Getting Your Hands on Copies
Before reading the below author’s note, you should probably read the book. You can get the book on most Amazon localizations (paperback or eBook). You’ll find links to the mentioned storefronts here:
- [$9.99 USD] Paperback (US, UK, DE, FR, ES, IT, JP)
- [$2.99 USD] eBook (CA, US, UK, DE, FR, ES, IT, JP, BR, MX, AU, IN)
I wrote this for myself, editing it for others. Thanks to all who put up with my ridiculous workload. I kept working until I couldn’t work any longer, and then worked a little bit more to get this thing published before completing my university semester. Without that arbitrary time constraint, this might have never happened.
Some say she walked amongst the animals, considering many ways to train them, to shape them in her image. You will never see her. She will never speak to you. Amelia is imaginary, and you’ll never get to know her. The following is a story about a terrible loss.
The following author’s note appears at the end of the book. I wrote it about half a year after the book’s publication, and is meant to compliment the reading. It addresses issues some critics I questioned had towards certain parts, tried to explain some vague story elements, and serves as a final goodbye from myself.
Venez Vous: Henry, Ian, and Dealing With Loss
Venez Vous follows Henry & Ian as they struggle to find themselves in a world that they find utterly unappealing. When I initially, wrote it I wanted to display the outcome of abandoning your ship at the slightest hint of difficulty, how two grown men repudiate their former (well developed, might I add) lives at the first encounter of any real struggle. They are fired, and people are fired all the time. Ian loses his companion, but people lose their companions all the time. These two men decide that their lives are no longer worth much at all because of some slights to their livelihoods. That’s no way to live a life—not in my opinion. Acts like these are never the right ones: you shouldn’t uplift your life when the universe deals you a bad hand.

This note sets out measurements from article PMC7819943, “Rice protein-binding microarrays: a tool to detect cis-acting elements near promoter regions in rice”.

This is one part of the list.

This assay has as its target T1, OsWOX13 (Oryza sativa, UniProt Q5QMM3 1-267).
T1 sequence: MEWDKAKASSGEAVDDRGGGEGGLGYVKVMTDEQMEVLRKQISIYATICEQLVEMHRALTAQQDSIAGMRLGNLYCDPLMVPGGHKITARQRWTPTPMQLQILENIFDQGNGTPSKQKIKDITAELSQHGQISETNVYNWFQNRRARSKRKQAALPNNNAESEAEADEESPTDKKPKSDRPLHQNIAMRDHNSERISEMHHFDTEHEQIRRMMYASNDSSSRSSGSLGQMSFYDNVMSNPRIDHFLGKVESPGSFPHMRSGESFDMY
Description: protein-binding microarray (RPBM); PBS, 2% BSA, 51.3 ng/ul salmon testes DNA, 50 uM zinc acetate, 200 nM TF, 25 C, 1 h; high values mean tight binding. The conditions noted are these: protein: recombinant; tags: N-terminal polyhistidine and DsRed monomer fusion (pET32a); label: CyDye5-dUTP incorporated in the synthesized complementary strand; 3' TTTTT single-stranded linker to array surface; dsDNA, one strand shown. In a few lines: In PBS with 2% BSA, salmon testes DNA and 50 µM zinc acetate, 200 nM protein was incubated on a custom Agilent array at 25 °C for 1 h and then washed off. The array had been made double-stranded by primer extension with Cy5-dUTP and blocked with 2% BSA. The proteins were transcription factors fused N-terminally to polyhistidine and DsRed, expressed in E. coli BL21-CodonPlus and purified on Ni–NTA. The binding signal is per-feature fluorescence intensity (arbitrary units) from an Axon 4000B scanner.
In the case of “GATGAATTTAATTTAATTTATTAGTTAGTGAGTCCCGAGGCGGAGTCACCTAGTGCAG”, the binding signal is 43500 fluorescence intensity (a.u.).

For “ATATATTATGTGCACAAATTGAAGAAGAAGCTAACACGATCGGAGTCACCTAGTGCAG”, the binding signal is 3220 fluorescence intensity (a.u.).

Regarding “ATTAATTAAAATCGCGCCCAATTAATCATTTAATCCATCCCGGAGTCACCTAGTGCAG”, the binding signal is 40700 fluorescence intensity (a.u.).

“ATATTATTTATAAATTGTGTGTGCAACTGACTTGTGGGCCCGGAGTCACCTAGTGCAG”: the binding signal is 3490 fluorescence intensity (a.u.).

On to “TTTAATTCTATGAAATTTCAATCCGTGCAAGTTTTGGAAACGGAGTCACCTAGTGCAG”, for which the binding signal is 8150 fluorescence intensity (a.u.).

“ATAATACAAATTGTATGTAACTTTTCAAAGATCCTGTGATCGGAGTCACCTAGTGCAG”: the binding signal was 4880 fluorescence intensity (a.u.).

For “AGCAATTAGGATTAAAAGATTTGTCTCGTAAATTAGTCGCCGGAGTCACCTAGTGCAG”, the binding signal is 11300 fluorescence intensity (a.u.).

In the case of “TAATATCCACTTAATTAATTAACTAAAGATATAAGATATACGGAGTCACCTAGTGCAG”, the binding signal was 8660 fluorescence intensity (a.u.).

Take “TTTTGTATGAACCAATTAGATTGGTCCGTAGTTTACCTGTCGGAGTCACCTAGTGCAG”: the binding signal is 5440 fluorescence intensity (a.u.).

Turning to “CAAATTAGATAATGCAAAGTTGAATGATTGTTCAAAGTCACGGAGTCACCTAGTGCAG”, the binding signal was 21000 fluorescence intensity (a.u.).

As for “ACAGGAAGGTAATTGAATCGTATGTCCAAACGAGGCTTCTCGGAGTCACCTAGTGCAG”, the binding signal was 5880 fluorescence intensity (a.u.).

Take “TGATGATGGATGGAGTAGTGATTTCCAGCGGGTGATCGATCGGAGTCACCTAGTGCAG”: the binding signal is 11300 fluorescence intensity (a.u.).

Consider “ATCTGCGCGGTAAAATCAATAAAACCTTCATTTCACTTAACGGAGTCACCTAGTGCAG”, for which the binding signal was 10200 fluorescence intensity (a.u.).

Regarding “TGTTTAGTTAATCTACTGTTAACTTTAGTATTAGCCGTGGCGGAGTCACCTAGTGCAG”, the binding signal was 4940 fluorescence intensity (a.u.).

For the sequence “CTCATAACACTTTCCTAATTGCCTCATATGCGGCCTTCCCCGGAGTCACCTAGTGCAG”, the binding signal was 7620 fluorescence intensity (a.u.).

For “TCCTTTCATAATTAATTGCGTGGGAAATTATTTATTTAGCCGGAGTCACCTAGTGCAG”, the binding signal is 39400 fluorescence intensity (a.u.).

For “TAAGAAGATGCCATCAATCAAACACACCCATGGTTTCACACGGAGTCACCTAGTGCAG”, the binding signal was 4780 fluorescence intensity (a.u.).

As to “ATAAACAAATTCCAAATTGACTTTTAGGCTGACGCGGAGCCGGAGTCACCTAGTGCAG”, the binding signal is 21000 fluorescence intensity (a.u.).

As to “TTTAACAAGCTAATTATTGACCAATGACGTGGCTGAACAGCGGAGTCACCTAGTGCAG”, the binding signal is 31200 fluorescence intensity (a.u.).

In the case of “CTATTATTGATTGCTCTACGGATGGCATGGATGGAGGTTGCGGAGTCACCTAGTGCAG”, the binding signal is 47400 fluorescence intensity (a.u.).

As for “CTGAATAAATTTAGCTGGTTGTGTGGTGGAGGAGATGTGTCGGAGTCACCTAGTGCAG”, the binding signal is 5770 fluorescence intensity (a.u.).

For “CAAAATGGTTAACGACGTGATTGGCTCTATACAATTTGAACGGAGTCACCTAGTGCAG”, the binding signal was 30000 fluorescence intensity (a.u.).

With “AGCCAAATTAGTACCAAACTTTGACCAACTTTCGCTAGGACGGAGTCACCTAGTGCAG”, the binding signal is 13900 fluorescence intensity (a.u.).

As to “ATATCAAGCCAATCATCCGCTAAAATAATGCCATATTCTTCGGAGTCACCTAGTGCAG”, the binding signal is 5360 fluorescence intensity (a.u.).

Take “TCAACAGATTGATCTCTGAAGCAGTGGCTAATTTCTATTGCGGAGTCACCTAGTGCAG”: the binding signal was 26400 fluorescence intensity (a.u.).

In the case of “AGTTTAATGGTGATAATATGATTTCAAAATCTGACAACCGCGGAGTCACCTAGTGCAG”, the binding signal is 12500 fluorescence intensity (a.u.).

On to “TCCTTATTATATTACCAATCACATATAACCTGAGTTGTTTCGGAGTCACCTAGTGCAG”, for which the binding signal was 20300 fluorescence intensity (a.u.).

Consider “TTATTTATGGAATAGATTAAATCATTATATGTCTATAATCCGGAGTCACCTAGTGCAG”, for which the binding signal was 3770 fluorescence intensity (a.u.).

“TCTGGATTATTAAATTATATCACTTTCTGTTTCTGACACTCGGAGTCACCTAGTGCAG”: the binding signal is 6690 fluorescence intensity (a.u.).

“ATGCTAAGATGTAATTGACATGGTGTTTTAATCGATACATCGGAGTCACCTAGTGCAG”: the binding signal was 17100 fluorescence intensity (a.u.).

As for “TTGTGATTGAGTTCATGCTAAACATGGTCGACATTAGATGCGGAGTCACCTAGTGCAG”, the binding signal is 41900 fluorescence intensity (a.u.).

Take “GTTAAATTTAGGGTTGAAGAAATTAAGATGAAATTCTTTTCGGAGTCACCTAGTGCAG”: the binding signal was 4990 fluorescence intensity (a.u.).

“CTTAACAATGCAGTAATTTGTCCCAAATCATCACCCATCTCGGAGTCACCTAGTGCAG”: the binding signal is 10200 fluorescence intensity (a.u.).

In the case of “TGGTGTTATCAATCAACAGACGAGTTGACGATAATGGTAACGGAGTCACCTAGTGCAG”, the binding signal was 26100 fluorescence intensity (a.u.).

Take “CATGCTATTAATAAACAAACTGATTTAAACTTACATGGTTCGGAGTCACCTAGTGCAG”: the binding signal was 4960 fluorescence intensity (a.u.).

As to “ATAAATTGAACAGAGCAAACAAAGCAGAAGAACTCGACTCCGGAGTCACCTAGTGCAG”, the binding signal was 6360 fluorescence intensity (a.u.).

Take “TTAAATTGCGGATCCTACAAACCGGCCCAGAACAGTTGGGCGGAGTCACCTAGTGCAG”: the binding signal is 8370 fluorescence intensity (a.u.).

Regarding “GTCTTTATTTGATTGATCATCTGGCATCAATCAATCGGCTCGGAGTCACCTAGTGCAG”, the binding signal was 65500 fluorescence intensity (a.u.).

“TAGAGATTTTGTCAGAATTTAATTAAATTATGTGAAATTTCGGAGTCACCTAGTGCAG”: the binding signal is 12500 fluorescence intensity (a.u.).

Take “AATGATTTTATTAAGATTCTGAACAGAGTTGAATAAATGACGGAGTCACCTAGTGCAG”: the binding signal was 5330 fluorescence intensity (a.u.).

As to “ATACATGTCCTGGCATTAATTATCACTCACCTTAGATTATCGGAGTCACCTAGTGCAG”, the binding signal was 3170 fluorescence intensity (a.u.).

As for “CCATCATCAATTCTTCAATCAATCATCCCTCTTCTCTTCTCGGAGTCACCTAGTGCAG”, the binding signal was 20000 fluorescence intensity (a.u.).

That’s just irresponsible.
Instead, you need to suck it up and live your life. They flee their past, taking to the sea in search for meaning or purpose. They are, of course, met with the harsh reality of the universe when the rigmasters arrive and subsequently sink their oil rig.
Vousa always symbolized the duo’s haven: an environment with which they can preserve some semblance of what they once had. If I were to write this now, I’d have given them roles like that of their roles on the mainland. Instead, the duo simply become “rigmasters” in the most literal sense of the word. Their jobs on this rig are not really jobs, just like their lives after fleeing the mainland are not really lives. They are living in a fantasy world where their past cannot dear to venture. Having “nothing” is met with a lifestyle of “nothing.” From the moment they board the microboat, Henry & Ian are dead.
It always feels like the right thing to do, fleeing from a troubled environment. Maybe your spouse left you; maybe your dog died; maybe your house burned down. Wouldn’t a fresh start be great? How comforting would it be to simply ignore what has just happened to you in favor of hitting the reset button? Your past will always leave its mark on you, and in the case of Henry & Ian, their past (the mainland, and its inhabitants) literally caught up with them and exacted its revenge.
Tim, the defiant auto, symbolizes the rational part of the duo’s mind—the part that wishes to return to the mainland to recoup their losses. Tim plays the role of the angel on the duo’s shoulders, willing to do anything to fix this mess they’ve gotten themselves into, dedicated to mending their fuck-up. Tim dies along with the duo as Vousa sinks into the South Side sea. He cannot exist without the duo, yet they, should they dare acknowledge Tim as a defiant entity, could eliminate him, suffocating that little angel on their shoulders.
They don’t do this.